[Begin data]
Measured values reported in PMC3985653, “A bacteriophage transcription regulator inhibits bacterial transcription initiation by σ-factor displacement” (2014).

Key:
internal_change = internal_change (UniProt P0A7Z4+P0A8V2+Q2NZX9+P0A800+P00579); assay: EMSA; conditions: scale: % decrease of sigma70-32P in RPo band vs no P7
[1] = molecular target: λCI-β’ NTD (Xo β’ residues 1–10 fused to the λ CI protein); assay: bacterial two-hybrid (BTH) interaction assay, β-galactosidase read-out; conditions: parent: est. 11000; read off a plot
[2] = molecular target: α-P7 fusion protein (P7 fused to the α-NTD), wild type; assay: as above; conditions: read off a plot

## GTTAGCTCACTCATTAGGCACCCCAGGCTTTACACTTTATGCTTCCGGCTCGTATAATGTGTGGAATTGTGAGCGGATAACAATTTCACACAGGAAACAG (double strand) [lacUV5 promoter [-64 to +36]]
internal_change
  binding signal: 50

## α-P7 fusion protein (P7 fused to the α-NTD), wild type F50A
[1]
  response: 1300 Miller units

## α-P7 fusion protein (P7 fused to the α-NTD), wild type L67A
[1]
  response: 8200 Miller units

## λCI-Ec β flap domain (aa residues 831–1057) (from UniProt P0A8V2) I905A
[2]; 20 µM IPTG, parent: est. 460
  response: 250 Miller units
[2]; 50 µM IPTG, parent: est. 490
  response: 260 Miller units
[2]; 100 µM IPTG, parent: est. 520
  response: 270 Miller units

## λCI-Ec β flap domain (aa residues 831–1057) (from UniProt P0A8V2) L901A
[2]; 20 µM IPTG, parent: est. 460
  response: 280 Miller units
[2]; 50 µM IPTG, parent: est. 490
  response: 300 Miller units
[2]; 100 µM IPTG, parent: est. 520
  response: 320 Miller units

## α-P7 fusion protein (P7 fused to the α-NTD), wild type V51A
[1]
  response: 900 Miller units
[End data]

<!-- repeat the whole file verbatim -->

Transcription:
Measured values reported in PMC3985653, “A bacteriophage transcription regulator inhibits bacterial transcription initiation by σ-factor displacement” (2014).

Key:
internal_change = internal_change (UniProt P0A7Z4+P0A8V2+Q2NZX9+P0A800+P00579); assay: EMSA; conditions: scale: % decrease of sigma70-32P in RPo band vs no P7
[1] = molecular target: λCI-β’ NTD (Xo β’ residues 1–10 fused to the λ CI protein); assay: bacterial two-hybrid (BTH) interaction assay, β-galactosidase read-out; conditions: parent: est. 11000; read off a plot
[2] = molecular target: α-P7 fusion protein (P7 fused to the α-NTD), wild type; assay: as above; conditions: read off a plot

## GTTAGCTCACTCATTAGGCACCCCAGGCTTTACACTTTATGCTTCCGGCTCGTATAATGTGTGGAATTGTGAGCGGATAACAATTTCACACAGGAAACAG (double strand) [lacUV5 promoter [-64 to +36]]
internal_change
  binding signal: 50

## α-P7 fusion protein (P7 fused to the α-NTD), wild type F50A
[1]
  response: 1300 Miller units

## α-P7 fusion protein (P7 fused to the α-NTD), wild type L67A
[1]
  response: 8200 Miller units

## λCI-Ec β flap domain (aa residues 831–1057) (from UniProt P0A8V2) I905A
[2]; 20 µM IPTG, parent: est. 460
  response: 250 Miller units
[2]; 50 µM IPTG, parent: est. 490
  response: 260 Miller units
[2]; 100 µM IPTG, parent: est. 520
  response: 270 Miller units

## λCI-Ec β flap domain (aa residues 831–1057) (from UniProt P0A8V2) L901A
[2]; 20 µM IPTG, parent: est. 460
  response: 280 Miller units
[2]; 50 µM IPTG, parent: est. 490
  response: 300 Miller units
[2]; 100 µM IPTG, parent: est. 520
  response: 320 Miller units

## α-P7 fusion protein (P7 fused to the α-NTD), wild type V51A
[1]
  response: 900 Miller units